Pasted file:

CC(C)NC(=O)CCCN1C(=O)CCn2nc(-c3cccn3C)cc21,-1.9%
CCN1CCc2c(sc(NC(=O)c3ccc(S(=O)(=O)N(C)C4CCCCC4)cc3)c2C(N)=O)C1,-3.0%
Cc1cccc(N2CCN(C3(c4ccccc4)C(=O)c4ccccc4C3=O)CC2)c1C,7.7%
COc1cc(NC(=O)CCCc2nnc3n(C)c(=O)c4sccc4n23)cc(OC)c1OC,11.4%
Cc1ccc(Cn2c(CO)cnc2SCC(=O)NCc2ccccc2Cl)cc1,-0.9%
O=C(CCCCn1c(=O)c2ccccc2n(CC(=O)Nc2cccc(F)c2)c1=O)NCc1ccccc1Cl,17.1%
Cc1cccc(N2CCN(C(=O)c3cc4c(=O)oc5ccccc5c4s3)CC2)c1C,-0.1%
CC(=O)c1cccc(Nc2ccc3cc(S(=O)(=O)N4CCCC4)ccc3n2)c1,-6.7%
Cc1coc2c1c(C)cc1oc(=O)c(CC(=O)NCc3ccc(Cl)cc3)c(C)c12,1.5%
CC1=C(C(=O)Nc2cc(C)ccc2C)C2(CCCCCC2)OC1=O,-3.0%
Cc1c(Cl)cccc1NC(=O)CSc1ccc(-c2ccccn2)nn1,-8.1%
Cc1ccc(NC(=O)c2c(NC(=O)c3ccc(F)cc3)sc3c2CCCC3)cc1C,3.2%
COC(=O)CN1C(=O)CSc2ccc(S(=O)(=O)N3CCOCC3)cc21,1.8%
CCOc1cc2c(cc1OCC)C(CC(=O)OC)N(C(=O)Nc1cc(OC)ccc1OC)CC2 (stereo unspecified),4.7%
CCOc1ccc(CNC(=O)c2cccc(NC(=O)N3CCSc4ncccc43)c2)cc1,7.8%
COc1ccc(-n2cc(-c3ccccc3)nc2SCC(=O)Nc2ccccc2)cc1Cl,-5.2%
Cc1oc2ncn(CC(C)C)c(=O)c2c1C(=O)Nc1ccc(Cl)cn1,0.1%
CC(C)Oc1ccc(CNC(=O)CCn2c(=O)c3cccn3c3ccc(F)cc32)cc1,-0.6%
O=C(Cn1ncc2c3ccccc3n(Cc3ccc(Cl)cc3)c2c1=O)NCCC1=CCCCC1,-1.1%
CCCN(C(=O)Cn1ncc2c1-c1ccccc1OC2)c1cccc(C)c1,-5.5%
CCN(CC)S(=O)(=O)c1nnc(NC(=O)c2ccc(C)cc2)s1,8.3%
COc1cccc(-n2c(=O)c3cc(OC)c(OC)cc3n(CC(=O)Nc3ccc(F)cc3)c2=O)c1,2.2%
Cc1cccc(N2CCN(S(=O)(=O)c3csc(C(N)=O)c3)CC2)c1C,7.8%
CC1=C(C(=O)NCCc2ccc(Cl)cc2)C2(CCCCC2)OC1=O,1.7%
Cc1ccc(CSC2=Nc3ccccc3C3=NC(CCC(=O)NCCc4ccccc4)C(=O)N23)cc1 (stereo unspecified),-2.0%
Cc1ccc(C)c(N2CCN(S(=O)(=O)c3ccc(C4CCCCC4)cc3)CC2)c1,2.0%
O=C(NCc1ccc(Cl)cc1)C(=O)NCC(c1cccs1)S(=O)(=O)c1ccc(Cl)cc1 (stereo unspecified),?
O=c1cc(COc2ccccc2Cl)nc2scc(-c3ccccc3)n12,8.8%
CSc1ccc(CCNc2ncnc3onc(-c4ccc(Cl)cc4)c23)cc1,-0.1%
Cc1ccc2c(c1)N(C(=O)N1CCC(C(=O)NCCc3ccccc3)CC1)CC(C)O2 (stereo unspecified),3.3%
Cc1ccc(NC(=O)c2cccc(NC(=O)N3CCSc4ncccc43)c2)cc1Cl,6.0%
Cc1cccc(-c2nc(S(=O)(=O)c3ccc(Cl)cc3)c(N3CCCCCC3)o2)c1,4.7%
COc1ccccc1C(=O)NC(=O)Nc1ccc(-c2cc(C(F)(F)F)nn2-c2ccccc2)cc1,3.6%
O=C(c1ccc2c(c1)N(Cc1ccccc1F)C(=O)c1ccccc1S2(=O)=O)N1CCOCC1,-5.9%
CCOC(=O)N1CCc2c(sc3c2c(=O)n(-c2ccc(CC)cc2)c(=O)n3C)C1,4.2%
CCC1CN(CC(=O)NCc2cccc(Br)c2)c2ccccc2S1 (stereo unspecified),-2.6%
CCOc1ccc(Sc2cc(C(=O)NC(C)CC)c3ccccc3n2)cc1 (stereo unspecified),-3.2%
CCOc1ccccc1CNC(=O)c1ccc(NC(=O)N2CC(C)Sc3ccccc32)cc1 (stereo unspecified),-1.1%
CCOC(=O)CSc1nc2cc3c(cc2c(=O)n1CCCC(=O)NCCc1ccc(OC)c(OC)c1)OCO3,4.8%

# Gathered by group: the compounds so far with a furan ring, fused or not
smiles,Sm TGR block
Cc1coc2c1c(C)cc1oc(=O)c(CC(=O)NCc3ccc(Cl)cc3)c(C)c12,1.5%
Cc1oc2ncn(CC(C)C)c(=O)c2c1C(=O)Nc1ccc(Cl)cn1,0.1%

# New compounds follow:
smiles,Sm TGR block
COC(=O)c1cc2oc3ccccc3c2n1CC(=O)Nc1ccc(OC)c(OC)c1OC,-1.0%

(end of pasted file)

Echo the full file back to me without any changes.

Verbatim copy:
CC(C)NC(=O)CCCN1C(=O)CCn2nc(-c3cccn3C)cc21,-1.9%
CCN1CCc2c(sc(NC(=O)c3ccc(S(=O)(=O)N(C)C4CCCCC4)cc3)c2C(N)=O)C1,-3.0%
Cc1cccc(N2CCN(C3(c4ccccc4)C(=O)c4ccccc4C3=O)CC2)c1C,7.7%
COc1cc(NC(=O)CCCc2nnc3n(C)c(=O)c4sccc4n23)cc(OC)c1OC,11.4%
Cc1ccc(Cn2c(CO)cnc2SCC(=O)NCc2ccccc2Cl)cc1,-0.9%
O=C(CCCCn1c(=O)c2ccccc2n(CC(=O)Nc2cccc(F)c2)c1=O)NCc1ccccc1Cl,17.1%
Cc1cccc(N2CCN(C(=O)c3cc4c(=O)oc5ccccc5c4s3)CC2)c1C,-0.1%
CC(=O)c1cccc(Nc2ccc3cc(S(=O)(=O)N4CCCC4)ccc3n2)c1,-6.7%
Cc1coc2c1c(C)cc1oc(=O)c(CC(=O)NCc3ccc(Cl)cc3)c(C)c12,1.5%
CC1=C(C(=O)Nc2cc(C)ccc2C)C2(CCCCCC2)OC1=O,-3.0%
Cc1c(Cl)cccc1NC(=O)CSc1ccc(-c2ccccn2)nn1,-8.1%
Cc1ccc(NC(=O)c2c(NC(=O)c3ccc(F)cc3)sc3c2CCCC3)cc1C,3.2%
COC(=O)CN1C(=O)CSc2ccc(S(=O)(=O)N3CCOCC3)cc21,1.8%
CCOc1cc2c(cc1OCC)C(CC(=O)OC)N(C(=O)Nc1cc(OC)ccc1OC)CC2 (stereo unspecified),4.7%
CCOc1ccc(CNC(=O)c2cccc(NC(=O)N3CCSc4ncccc43)c2)cc1,7.8%
COc1ccc(-n2cc(-c3ccccc3)nc2SCC(=O)Nc2ccccc2)cc1Cl,-5.2%
Cc1oc2ncn(CC(C)C)c(=O)c2c1C(=O)Nc1ccc(Cl)cn1,0.1%
CC(C)Oc1ccc(CNC(=O)CCn2c(=O)c3cccn3c3ccc(F)cc32)cc1,-0.6%
O=C(Cn1ncc2c3ccccc3n(Cc3ccc(Cl)cc3)c2c1=O)NCCC1=CCCCC1,-1.1%
CCCN(C(=O)Cn1ncc2c1-c1ccccc1OC2)c1cccc(C)c1,-5.5%
CCN(CC)S(=O)(=O)c1nnc(NC(=O)c2ccc(C)cc2)s1,8.3%
COc1cccc(-n2c(=O)c3cc(OC)c(OC)cc3n(CC(=O)Nc3ccc(F)cc3)c2=O)c1,2.2%
Cc1cccc(N2CCN(S(=O)(=O)c3csc(C(N)=O)c3)CC2)c1C,7.8%
CC1=C(C(=O)NCCc2ccc(Cl)cc2)C2(CCCCC2)OC1=O,1.7%
Cc1ccc(CSC2=Nc3ccccc3C3=NC(CCC(=O)NCCc4ccccc4)C(=O)N23)cc1 (stereo unspecified),-2.0%
Cc1ccc(C)c(N2CCN(S(=O)(=O)c3ccc(C4CCCCC4)cc3)CC2)c1,2.0%
O=C(NCc1ccc(Cl)cc1)C(=O)NCC(c1cccs1)S(=O)(=O)c1ccc(Cl)cc1 (stereo unspecified),?
O=c1cc(COc2ccccc2Cl)nc2scc(-c3ccccc3)n12,8.8%
CSc1ccc(CCNc2ncnc3onc(-c4ccc(Cl)cc4)c23)cc1,-0.1%
Cc1ccc2c(c1)N(C(=O)N1CCC(C(=O)NCCc3ccccc3)CC1)CC(C)O2 (stereo unspecified),3.3%
Cc1ccc(NC(=O)c2cccc(NC(=O)N3CCSc4ncccc43)c2)cc1Cl,6.0%
Cc1cccc(-c2nc(S(=O)(=O)c3ccc(Cl)cc3)c(N3CCCCCC3)o2)c1,4.7%
COc1ccccc1C(=O)NC(=O)Nc1ccc(-c2cc(C(F)(F)F)nn2-c2ccccc2)cc1,3.6%
O=C(c1ccc2c(c1)N(Cc1ccccc1F)C(=O)c1ccccc1S2(=O)=O)N1CCOCC1,-5.9%
CCOC(=O)N1CCc2c(sc3c2c(=O)n(-c2ccc(CC)cc2)c(=O)n3C)C1,4.2%
CCC1CN(CC(=O)NCc2cccc(Br)c2)c2ccccc2S1 (stereo unspecified),-2.6%
CCOc1ccc(Sc2cc(C(=O)NC(C)CC)c3ccccc3n2)cc1 (stereo unspecified),-3.2%
CCOc1ccccc1CNC(=O)c1ccc(NC(=O)N2CC(C)Sc3ccccc32)cc1 (stereo unspecified),-1.1%
CCOC(=O)CSc1nc2cc3c(cc2c(=O)n1CCCC(=O)NCCc1ccc(OC)c(OC)c1)OCO3,4.8%

# Gathered by group: the compounds so far with a furan ring, fused or not
smiles,Sm TGR block
Cc1coc2c1c(C)cc1oc(=O)c(CC(=O)NCc3ccc(Cl)cc3)c(C)c12,1.5%
Cc1oc2ncn(CC(C)C)c(=O)c2c1C(=O)Nc1ccc(Cl)cn1,0.1%

# New compounds follow:
smiles,Sm TGR block
COC(=O)c1cc2oc3ccccc3c2n1CC(=O)Nc1ccc(OC)c(OC)c1OC,-1.0%